This is the follow-up from last week’s post, detailing my urban and transport plan for Zark, capital city of Puftnarkel. If you want it (this will make more sense if you read it) then click here for a link. Now in the past, my urban plan would look pretty sparse visually. It would have been 90% text with a few stock images and maybe some hand drawn plans. Boring as hell to read, not the most informative. But, this being the 21st century, there is another option. It belongs to Paradox Interactive and Colossal Order. It looks like this. Cities: Skylines is a game by Paradox Interactive that was released on Steam two months ago. It has subsequently had a quarter of a million sales in the first 24 hours, and is still going up (available for purchase on Steam for £30 or £21).
Now what makes C:S (Cities: Skylines, not CounterStrike) unique to me out of the kajillion other Sims City knockoffs is two things. Firstly, it looks really pretty. I mean, seriously beautiful. The tilt shift is just, wow.
And second is the sheer level of detail that the game goes into. Every single citizen (upwards of 100,000 for some of my cities) has a name, age, education, place of work, place of residence and current activity. Every spot has a wind level, so you can vary the output of wind turbines. There is water pollution, which flows downstream and can make people ill. There is fluid dynamics when you build or break dams. You don’t need that in a city builder! That’s just showing off!
So, over the past three weeks, I have been working tirelessly on a C:S project. It has been a massive undertaking. I have designed terrain, built roads, designed traffic flow, constructed sewer systems, assembled power grids, put up train lines and assembled a fully functioning public transport system.
I may have been using infinite money and unlock all services. But that is beside the point. Welcome to Zark.
If you go back to last week’s post, you will recognise the map I have built it on. It is the same place, in the south of Puftnarkel.But now it is alive. It is a bustling metropolis.
It is also slightly unfinished (I am yet to expand onto one and a half islands plus the north side of the lake) but that will actually help me illustrate some points about the system. As you can hopefully see, the city is built around a square grid plan with long lines of roundabouts and mainways running between them. The squares are arranged so that traffic doesn’t build up on the larger roads but is instead diverted round onto the whole system. I have a really good illustration of that, with the roads for one island that I constructed before adding any buildings.
You’ll have to imagine this, but inside the blocks the roads are one-way, running in alternating directions. So for a block with ‘vertical’ streets, the traffic will flow north-south-north-south inside the grid and in all directions along the sides. There are a very few places where this rule is altered to redirect heavy traffic, but it is a general rule. Sound familar? That’s because I planned the whole thing last week. But now it is here for you to see in glorious tilt shift 3D.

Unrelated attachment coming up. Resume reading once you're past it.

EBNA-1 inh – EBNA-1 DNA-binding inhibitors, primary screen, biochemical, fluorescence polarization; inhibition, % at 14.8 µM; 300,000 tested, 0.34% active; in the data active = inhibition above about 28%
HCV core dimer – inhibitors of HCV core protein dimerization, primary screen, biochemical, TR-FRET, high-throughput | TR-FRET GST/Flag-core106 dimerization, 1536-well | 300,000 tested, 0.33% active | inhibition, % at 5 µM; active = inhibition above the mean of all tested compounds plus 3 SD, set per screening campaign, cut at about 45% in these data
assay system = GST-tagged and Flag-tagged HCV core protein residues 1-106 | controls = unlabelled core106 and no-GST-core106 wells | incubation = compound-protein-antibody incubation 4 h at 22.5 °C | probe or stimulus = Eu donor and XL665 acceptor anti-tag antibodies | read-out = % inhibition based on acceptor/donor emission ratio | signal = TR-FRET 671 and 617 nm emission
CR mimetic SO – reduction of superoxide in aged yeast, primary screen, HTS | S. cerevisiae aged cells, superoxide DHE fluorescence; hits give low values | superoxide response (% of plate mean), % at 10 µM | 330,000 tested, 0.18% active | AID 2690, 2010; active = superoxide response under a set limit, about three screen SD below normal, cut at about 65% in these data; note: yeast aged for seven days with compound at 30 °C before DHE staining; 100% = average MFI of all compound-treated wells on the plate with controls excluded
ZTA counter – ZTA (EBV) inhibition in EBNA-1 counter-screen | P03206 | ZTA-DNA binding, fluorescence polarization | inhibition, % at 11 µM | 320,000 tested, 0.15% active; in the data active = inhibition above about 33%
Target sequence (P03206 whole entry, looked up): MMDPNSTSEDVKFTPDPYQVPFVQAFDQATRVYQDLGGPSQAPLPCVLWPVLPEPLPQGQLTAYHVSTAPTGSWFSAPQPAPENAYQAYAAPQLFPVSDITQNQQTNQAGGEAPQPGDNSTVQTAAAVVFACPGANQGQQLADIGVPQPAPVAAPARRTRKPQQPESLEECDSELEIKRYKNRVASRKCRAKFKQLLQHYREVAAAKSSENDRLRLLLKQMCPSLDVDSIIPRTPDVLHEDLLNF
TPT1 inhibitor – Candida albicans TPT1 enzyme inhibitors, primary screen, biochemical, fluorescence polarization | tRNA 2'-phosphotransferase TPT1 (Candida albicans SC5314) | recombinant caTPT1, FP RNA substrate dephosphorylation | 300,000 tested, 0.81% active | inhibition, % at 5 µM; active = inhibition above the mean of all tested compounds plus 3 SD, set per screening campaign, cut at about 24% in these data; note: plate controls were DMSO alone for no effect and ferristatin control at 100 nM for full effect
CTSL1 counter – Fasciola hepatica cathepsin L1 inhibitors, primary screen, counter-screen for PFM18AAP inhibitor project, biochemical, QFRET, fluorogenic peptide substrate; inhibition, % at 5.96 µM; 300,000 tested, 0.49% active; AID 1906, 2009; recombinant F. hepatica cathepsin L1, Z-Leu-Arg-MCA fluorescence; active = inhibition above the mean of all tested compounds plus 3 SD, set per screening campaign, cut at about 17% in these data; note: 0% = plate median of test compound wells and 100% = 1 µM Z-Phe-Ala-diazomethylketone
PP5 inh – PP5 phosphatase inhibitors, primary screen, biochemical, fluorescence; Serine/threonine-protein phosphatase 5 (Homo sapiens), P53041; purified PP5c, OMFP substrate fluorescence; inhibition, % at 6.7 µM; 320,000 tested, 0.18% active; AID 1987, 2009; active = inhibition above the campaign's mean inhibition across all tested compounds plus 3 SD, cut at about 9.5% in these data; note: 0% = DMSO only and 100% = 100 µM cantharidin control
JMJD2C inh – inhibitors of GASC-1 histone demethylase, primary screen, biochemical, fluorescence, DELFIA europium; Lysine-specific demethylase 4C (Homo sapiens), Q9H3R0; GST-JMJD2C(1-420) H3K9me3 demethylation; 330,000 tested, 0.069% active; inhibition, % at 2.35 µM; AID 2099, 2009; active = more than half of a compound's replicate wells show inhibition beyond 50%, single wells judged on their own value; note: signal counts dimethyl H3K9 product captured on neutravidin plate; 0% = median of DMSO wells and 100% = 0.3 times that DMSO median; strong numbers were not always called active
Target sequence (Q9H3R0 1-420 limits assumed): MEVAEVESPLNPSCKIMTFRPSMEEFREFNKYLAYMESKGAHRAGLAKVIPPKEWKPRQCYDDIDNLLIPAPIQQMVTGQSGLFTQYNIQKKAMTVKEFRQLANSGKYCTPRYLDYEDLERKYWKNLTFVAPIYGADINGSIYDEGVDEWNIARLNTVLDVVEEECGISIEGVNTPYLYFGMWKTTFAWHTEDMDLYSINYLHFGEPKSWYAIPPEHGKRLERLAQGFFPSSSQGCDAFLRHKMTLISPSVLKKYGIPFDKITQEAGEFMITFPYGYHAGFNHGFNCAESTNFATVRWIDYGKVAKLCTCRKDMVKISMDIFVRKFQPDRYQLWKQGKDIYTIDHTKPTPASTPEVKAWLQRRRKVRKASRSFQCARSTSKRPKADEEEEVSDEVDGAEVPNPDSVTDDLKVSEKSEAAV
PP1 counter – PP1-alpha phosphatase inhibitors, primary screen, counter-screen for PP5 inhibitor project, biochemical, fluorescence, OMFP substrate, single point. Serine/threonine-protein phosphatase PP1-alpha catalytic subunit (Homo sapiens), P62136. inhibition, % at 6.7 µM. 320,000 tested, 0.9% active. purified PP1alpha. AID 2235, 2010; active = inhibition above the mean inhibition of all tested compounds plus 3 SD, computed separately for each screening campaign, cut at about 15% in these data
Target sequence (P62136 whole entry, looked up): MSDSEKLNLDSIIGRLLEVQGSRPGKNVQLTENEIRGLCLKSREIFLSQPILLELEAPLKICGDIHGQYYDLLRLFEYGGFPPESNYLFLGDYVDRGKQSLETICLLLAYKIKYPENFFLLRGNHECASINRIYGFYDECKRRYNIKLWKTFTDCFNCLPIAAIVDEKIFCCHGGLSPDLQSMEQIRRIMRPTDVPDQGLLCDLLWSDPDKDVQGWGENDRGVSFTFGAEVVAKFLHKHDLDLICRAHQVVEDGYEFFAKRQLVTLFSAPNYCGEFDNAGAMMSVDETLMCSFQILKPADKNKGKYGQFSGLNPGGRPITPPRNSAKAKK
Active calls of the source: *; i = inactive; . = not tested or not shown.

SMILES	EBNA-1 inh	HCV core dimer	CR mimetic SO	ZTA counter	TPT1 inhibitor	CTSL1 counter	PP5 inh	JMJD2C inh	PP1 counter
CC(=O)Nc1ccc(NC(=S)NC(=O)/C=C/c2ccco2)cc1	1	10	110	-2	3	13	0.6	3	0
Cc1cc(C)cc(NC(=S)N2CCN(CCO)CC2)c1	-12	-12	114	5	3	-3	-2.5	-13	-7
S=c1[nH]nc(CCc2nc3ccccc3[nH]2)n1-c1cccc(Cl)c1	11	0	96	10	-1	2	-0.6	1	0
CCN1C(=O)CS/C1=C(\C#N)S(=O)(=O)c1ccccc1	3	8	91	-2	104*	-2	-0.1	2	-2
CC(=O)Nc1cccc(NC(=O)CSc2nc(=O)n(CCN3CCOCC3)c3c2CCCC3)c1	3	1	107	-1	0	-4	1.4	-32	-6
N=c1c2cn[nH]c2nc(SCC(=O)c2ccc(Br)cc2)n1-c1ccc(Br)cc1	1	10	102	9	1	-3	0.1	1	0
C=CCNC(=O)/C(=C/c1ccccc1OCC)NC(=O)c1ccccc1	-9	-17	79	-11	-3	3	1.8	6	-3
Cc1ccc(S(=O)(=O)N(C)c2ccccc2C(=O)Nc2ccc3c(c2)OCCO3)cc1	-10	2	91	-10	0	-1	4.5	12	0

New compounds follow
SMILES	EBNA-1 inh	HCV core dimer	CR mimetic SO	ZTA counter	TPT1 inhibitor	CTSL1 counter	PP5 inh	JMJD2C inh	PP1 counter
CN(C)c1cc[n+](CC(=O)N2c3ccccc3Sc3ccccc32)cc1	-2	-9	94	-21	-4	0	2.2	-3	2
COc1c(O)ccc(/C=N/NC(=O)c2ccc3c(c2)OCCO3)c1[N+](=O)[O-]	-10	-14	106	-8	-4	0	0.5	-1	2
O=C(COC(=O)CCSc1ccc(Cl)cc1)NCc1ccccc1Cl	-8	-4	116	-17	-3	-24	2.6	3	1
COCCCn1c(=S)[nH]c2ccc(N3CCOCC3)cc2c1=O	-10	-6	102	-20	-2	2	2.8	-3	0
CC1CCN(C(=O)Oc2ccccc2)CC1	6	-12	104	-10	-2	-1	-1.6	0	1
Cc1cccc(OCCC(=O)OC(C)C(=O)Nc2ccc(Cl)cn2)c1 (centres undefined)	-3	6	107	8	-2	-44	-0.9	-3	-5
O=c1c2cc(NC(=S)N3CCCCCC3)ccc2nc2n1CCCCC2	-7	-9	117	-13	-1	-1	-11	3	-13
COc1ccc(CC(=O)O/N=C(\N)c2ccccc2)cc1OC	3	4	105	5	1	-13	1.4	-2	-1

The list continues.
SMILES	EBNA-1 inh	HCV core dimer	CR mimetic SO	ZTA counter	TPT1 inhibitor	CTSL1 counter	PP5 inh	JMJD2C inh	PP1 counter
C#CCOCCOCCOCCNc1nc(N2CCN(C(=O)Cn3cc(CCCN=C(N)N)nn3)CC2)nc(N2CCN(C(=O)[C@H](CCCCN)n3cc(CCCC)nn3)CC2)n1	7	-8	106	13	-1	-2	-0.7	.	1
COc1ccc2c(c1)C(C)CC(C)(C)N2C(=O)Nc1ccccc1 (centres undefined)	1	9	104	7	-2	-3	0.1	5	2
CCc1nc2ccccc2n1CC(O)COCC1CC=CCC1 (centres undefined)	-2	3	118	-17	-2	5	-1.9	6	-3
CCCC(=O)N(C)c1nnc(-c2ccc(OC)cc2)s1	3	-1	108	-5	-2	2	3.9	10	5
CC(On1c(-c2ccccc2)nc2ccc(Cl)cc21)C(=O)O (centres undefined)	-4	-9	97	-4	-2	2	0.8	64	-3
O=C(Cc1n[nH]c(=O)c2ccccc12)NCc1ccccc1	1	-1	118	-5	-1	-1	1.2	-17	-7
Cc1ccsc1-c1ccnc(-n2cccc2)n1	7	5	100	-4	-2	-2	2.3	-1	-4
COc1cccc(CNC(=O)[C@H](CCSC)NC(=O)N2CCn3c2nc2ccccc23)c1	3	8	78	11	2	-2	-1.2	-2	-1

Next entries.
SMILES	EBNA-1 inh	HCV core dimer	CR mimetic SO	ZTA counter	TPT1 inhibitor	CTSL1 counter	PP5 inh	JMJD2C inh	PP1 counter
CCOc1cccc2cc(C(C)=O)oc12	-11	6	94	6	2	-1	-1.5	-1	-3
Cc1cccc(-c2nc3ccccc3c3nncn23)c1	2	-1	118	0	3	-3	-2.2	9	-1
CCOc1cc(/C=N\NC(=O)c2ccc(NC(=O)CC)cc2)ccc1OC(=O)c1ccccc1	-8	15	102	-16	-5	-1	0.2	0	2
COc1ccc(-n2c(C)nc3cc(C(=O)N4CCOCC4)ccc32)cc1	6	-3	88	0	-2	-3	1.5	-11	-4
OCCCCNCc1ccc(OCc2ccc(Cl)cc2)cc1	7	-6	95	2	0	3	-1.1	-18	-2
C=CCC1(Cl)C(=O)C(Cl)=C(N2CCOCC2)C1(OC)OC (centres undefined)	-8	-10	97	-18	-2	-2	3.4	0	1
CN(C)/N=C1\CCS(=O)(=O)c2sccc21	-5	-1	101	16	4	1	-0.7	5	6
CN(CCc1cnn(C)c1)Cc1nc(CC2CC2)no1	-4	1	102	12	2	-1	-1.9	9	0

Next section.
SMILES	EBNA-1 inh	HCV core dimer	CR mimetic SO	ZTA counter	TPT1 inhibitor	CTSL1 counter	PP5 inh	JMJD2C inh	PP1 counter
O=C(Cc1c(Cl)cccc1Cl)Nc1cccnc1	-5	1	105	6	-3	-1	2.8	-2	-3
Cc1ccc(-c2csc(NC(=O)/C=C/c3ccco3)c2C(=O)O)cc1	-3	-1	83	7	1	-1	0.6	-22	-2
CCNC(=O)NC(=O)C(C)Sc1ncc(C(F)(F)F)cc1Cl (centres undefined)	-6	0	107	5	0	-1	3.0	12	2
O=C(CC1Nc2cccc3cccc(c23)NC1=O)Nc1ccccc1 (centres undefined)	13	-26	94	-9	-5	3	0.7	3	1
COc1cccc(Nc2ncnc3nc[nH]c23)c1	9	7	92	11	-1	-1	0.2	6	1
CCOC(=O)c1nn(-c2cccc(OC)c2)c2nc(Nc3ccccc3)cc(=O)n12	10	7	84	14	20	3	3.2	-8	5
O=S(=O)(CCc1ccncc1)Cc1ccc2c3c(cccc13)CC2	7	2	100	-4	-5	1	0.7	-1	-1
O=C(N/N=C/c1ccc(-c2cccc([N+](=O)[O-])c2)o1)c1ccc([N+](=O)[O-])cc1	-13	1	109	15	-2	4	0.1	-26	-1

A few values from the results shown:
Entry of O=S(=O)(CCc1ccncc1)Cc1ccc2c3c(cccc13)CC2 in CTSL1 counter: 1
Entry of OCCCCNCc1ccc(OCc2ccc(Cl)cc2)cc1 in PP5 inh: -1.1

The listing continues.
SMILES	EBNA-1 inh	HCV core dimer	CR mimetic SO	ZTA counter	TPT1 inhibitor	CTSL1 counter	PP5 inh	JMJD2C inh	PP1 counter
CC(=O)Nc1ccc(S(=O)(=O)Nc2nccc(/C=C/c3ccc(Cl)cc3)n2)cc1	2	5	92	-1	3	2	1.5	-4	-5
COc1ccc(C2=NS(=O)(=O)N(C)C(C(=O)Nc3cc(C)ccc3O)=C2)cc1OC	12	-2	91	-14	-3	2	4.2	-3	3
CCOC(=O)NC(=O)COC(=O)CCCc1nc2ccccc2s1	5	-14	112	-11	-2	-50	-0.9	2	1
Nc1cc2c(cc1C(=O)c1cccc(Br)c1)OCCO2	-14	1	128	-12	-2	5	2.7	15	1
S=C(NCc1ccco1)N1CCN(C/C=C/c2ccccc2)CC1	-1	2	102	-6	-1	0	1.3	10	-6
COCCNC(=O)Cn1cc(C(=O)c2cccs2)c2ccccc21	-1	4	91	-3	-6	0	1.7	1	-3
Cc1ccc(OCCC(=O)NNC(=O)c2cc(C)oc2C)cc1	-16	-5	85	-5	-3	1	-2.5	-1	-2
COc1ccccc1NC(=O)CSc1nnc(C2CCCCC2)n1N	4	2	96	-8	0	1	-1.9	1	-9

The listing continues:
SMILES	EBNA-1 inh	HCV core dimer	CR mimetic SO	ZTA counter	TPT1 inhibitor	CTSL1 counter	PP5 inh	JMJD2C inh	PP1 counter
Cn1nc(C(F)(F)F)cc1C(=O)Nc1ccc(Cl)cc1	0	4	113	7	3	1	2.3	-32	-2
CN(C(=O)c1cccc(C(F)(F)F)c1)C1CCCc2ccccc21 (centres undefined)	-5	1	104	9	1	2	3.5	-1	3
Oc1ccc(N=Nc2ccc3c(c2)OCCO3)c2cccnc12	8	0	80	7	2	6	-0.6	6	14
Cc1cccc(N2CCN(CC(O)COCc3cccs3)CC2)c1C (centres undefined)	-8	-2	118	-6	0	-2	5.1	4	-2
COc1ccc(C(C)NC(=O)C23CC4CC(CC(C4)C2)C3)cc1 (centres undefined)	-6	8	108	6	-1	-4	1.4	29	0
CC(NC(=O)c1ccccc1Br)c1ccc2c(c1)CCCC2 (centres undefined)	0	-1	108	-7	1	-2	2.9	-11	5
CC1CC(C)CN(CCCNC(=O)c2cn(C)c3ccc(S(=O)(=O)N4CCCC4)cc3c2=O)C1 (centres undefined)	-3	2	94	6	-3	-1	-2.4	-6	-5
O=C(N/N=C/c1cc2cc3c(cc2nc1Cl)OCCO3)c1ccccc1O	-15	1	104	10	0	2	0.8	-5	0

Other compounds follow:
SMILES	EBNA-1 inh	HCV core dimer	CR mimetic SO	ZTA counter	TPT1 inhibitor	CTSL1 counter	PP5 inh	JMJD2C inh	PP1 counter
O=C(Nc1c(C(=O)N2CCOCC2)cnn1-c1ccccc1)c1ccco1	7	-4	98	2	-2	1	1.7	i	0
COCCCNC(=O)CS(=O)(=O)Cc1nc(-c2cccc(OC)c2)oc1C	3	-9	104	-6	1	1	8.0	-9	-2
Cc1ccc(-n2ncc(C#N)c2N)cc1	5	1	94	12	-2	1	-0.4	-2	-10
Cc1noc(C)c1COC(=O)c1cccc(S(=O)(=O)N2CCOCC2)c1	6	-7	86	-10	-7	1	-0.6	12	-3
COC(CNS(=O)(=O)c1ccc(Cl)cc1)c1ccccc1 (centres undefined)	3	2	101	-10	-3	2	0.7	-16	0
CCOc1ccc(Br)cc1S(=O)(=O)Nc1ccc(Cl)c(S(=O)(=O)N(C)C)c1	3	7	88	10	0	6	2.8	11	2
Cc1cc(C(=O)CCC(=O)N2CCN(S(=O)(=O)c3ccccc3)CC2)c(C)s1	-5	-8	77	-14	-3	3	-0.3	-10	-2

The metro system was a lot harder to build well, because I foolishly built metro lines before finishing the city. That means that in some places, there are seven different lines running through one tunnel. But the overall grid is still in place.
As a product of me having infinite money and too much time, I may have gone a little over the top on the whole healthcare/police/fire thing. I was building two of each of those on every block, plus another two fire stations in industrial areas and two schools in residential areas. Plus hospitals. The result of that is (at time of writing) a healthcare capacity of 23,000 and no sick citizens.
There are a few other cool features that I am going to point out. Remember last post I was using lots of weird language in terms of residential/commercial/industrial areas? That’s because the game forces you to zone all areas to one of six types. Here’s what that looks like in practice.
Those colours that you can see on the map and in the toolbar represent the six types. The last thing I want to point out is the district system. C:S lets you break the city into districts with different laws and taxes. Due to the whole infinite money thing, I may have made all public services free and legalised cannabis. But hey, I have 100% residential happiness, so who cares!
Now, I know there are a lot of open green spaces in the city. Some of them, like the ones around the highways, are there to keep people away from the noise pollution. But a fair few are just because I was too lazy to fill in the gaps. If I had another month, I would fill in these gaps. I might actually have a followup piece in a few months with an update on the progress. And the green spaces do have a pretty good effect on the land value.
So anyway, I’m just going to finish with a collection of cool pictures of Zark. Enjoy them.